Get To Know - Iyana Esters
Written By
Iyana Esters is a visual storyteller from the United States. She received her B.S. in Community Health Sciences from the University of Nevada, Reno, and her M.P.H. in Behavioral, Social, and Community Health from Indiana University. ​ She combines art with her expertise in public health to empower Black and other marginalized communities, using photography as a lens to document the human impact of environmental racism and celebrate Black life, practices, rituals, and sexualities. An emerging photographer, Iyana works primarily in long-form photography and documentary.
James is standing in the Corktown neighborhood in Detroit waiting for the food shelter to open, June 2019.
Detroit is known for vacant buildings throughout the city. This building is on the same street as the Motown Museum on Grand Boulevard in Detroit, Michigan, June 2019.

PHS: May you introduce yourself and your practice?

I: My name is Iyana Esters and I consider myself a visual storyteller, and still an emerging photographer, because I am self-taught and I am still learning. With photography, I have learned to understand others and found my own sense of self. I am originally from the United States but currently, I am living in Colombia. My background is in Public Health, which I earned my Bachelor and Master degrees. My work is influenced by my expertise in Public Health since I focus on environmental issues, cultural practices, and the human impact of society. Basically, my work shows anything along the lines of representing and empowering Black people.

PHS: If I may ask, what are you doing in Colombia?

I: I was invited by friends to come here and spend some time. It was always a dream of mine to practise and learn Spanish. I like to learn and have new experiences. Another reason why I came to Colombia is the very large Black population and I am very interested to see the connections between Afro-Colombians and Black Americans. I soon learned there is a rich diversity of Afro culture in Colombia of the Black, Afro-Colombian, Raizales and Palenqueras communities. Black people are not homogenous, but it is interesting to learn the history of Afro Colombians and afrodescendentes in general.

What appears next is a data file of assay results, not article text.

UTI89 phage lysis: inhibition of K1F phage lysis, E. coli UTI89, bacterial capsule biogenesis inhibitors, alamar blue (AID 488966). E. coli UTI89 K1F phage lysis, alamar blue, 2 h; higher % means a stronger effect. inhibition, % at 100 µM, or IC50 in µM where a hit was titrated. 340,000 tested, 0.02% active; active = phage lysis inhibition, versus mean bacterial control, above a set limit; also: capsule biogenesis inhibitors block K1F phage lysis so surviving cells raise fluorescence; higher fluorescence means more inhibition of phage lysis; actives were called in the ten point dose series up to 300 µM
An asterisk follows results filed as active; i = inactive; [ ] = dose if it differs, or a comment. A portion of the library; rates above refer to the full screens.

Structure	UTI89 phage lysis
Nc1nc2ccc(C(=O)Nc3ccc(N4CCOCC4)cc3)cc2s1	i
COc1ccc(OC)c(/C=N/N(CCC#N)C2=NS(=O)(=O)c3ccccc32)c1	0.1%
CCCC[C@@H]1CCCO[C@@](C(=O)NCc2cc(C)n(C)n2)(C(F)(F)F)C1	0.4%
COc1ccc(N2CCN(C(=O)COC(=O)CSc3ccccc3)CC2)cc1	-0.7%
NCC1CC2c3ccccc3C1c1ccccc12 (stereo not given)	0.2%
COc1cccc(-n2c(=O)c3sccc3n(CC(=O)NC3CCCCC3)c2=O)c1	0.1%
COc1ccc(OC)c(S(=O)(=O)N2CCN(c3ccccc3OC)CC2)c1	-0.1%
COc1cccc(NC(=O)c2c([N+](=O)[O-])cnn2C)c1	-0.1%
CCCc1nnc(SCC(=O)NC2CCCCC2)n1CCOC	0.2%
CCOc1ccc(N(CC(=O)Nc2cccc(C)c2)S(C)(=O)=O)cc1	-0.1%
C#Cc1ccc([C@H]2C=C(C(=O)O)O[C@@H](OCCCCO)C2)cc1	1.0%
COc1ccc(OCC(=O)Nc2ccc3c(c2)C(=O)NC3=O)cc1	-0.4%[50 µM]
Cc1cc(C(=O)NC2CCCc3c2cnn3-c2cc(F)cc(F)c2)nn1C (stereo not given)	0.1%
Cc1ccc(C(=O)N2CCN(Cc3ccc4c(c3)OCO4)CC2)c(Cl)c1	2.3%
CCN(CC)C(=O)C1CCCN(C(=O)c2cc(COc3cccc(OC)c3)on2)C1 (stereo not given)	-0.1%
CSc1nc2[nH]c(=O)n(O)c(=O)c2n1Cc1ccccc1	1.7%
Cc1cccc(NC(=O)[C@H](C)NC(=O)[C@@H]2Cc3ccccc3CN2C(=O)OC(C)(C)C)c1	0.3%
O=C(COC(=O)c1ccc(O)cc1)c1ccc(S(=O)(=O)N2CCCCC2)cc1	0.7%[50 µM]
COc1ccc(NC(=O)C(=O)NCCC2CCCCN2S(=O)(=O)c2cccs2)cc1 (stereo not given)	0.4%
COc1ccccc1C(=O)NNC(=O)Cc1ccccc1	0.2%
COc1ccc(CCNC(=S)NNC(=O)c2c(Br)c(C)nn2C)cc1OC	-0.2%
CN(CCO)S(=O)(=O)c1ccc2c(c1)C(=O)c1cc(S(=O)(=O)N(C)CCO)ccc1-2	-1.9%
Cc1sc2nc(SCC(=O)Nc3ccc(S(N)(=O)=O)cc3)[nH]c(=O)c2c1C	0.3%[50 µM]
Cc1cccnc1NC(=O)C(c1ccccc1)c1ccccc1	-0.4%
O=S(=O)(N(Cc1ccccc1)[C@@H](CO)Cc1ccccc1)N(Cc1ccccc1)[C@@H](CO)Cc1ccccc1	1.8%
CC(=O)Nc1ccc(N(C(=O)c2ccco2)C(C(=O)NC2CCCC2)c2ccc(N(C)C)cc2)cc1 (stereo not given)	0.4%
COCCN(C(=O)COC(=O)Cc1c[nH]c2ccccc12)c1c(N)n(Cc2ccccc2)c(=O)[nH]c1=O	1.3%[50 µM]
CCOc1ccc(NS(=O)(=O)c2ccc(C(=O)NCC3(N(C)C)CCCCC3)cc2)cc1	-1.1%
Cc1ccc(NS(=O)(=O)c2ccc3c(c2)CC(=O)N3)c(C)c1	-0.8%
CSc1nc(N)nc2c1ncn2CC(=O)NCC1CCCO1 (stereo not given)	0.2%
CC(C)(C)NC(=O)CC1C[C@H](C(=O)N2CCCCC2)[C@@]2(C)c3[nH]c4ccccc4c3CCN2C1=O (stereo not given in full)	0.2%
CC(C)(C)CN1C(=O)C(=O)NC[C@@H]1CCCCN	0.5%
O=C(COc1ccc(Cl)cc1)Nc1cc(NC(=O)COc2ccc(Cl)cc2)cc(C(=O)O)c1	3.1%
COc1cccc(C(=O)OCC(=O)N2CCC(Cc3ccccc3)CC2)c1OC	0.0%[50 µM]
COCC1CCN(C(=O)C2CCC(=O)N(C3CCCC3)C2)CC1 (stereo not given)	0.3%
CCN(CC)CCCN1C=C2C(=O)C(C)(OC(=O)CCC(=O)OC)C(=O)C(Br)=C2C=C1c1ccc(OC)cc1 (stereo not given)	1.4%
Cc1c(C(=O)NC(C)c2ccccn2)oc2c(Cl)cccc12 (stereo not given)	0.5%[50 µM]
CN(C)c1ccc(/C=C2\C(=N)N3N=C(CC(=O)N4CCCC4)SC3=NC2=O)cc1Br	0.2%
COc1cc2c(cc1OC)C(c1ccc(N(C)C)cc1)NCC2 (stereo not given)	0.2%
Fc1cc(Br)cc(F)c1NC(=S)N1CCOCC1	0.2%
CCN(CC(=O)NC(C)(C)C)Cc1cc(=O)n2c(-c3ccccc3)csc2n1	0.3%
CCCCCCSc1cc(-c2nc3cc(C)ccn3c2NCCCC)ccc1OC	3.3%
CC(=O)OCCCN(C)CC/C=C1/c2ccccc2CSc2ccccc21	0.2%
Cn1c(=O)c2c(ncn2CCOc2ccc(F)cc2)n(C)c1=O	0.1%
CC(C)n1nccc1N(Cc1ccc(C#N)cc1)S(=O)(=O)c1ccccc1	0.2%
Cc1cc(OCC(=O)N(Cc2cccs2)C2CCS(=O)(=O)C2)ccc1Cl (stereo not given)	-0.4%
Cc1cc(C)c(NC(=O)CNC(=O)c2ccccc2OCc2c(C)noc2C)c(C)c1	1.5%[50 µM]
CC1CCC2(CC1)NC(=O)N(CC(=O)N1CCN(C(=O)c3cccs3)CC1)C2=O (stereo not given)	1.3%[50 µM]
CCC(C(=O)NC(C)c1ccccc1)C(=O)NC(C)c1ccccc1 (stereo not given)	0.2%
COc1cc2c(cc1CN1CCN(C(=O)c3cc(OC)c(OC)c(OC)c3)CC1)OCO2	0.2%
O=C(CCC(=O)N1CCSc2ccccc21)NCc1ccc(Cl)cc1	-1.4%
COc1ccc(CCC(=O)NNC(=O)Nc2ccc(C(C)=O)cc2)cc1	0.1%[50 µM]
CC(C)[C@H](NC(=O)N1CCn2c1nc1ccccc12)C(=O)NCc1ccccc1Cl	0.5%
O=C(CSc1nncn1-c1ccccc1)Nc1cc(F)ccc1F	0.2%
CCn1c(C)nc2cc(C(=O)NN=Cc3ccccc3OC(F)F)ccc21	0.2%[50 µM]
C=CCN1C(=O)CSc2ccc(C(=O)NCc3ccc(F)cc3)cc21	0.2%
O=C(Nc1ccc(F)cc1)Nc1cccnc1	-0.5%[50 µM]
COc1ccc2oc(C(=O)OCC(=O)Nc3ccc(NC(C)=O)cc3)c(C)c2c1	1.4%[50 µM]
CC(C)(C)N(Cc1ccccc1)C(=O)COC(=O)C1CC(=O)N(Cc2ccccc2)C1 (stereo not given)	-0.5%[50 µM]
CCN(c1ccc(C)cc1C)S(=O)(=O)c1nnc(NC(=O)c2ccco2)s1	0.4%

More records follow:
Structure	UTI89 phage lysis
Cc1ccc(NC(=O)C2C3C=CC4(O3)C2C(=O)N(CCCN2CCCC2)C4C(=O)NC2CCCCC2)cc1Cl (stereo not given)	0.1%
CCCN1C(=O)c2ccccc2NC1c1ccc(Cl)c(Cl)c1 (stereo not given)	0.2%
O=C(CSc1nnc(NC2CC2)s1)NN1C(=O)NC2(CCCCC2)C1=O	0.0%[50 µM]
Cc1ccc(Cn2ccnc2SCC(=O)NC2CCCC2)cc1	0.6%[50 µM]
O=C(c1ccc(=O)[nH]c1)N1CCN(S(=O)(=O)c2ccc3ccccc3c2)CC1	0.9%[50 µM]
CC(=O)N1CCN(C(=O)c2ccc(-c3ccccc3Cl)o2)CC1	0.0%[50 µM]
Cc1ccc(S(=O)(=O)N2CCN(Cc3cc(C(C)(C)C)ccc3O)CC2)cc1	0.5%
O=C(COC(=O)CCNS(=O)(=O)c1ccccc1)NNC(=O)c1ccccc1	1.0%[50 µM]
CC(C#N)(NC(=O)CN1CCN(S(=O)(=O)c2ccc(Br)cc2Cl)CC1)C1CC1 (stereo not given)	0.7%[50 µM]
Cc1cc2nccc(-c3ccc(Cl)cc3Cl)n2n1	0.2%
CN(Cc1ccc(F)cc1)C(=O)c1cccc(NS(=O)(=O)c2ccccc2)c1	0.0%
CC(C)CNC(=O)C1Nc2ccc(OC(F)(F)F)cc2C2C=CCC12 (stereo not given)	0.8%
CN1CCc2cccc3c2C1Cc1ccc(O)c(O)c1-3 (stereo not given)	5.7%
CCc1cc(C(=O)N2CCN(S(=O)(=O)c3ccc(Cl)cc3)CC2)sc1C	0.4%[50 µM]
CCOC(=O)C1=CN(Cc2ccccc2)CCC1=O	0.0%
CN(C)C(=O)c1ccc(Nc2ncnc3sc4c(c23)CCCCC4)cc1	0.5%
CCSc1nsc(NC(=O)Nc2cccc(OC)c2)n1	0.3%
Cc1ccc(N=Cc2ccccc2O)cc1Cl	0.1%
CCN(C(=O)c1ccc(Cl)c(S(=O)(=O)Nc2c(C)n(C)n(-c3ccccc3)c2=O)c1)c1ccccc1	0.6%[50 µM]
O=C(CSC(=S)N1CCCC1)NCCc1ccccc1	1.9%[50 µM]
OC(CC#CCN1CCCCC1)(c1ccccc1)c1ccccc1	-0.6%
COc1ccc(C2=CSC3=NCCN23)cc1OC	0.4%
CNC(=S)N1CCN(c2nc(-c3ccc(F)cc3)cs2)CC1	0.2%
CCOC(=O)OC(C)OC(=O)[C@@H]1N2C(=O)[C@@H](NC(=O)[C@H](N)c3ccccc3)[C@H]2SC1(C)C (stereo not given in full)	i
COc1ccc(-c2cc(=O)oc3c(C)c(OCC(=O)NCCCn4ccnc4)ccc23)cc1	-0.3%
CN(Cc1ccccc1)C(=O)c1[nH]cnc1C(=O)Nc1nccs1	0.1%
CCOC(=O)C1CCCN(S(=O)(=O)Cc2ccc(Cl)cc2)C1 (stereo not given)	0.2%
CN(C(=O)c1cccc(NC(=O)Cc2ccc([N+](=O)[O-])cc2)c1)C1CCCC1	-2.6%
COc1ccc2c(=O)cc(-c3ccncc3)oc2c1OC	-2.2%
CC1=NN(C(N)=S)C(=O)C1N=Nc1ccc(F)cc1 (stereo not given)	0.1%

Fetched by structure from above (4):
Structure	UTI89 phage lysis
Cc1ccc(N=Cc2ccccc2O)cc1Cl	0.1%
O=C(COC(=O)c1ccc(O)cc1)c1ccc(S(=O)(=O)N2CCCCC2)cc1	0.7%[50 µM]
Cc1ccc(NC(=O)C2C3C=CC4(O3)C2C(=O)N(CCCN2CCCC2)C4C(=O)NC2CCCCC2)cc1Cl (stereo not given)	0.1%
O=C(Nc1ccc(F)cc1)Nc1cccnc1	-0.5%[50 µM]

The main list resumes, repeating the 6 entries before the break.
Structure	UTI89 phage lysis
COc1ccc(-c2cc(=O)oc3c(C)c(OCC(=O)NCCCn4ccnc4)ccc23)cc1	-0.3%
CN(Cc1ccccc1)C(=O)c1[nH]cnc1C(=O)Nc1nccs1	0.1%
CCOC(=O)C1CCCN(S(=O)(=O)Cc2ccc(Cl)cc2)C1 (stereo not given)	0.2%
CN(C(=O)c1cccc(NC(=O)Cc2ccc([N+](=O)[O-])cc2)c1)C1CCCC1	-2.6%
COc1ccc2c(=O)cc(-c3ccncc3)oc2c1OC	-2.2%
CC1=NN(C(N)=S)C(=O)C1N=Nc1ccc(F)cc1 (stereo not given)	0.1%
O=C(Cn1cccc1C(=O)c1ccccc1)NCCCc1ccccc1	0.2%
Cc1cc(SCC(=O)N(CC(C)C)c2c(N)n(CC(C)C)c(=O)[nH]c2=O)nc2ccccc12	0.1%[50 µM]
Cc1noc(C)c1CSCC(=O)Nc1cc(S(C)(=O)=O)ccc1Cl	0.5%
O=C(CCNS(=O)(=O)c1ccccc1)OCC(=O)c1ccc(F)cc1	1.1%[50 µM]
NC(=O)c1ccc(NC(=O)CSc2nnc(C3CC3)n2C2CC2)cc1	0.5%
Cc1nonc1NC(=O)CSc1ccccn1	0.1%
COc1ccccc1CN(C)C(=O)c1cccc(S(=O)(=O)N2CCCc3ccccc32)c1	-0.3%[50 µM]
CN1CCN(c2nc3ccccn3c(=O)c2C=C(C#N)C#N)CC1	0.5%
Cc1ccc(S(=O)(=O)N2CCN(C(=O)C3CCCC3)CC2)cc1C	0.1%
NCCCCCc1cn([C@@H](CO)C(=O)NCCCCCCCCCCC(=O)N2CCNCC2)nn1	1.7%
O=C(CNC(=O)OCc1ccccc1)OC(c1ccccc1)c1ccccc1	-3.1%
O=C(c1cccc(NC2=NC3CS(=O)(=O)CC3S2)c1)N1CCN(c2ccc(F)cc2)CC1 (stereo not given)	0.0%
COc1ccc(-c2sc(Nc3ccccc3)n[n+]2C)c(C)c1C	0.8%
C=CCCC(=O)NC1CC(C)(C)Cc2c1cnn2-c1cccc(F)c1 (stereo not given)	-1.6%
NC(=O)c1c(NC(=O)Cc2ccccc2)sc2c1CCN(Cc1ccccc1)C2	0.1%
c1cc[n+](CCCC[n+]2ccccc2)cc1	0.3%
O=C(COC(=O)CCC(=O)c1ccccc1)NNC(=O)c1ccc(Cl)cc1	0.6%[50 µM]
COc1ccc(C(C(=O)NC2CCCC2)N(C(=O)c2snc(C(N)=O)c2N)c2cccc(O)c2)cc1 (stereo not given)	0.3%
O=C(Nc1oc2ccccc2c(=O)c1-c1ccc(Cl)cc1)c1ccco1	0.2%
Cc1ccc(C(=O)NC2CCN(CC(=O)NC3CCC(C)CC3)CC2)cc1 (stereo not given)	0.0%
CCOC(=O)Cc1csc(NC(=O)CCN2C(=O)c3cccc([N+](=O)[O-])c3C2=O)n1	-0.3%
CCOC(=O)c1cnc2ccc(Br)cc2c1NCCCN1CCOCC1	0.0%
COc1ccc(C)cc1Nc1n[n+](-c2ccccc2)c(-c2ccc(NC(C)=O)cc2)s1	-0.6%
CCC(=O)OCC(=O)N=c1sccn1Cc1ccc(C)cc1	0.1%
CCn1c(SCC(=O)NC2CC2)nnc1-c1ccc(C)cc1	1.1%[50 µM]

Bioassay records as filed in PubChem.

PHS: How do you feel your education influenced your practise as a photographer?

I: I feel like my education is the foundation of my photography. Black communities and other marginalized communities as well. When I was studying public health I realised that Black communities, in particular, were continuing to have certain public health issues along the lines of mental health or living in food deserts. However, for me, it felt like I was hitting my head against a wall. So my next step was to ask myself how I can tell someone's story and talk to someone on the front lines. In public health service, you are in the front lines, obviously when looking at what has been going on in the last one and a half years. I just wanted to communicate with people and ask how they are living in these conditions. I wanted to help them tell their stories and be recognised and acknowledged. Seeing them as humans. A prospective I am always approaching when I am photographing.

Eric Owens II was about 14-years old when the water crisis started in Flint. He is now attending school at Tuskegee University and returned to Flint for the summer to help with the youth, June 29.
The Flint Development Center is a community facility for those interested in activities and trainings. This building is being redeveloped after the lack of use because of the deterioration, mold, and undrinkable water, June 2019.

PHS: Why photography? From your education to photography - this is an unconventional step to take.

I: Growing up my mother always had a camera with her, so my mom had an immense influence on me when it came to photography for capturing special moments to archive. In graduate school I wanted to start a wellness podcast, I wanted photos for the website of the podcast. But shortly after my family and friends were always excited about my images and the stories. So I focused more on photography and I didn’t realize I was merging my public health expertise with storytelling. After graduate school, I started looking for people dealing with public health issues, such as drug overdosing, mental health issues, immigration, special needs, and mortality issues of Black American women. Once I started taking images of people and sitting down with them while having conversations, I just felt more connected with them. I feel with photography you really get to see the person for who they are and what's most important for me is that the person trusts me while capturing them. I look at photography in a completely different light now because a person's trust is worth a lot.

PHS: The stories and people you are capturing with your photography seem very sensible. What is your process of creating a bond with the people? How do you create trust? How do you depict these sensible subjects in a respectful manner?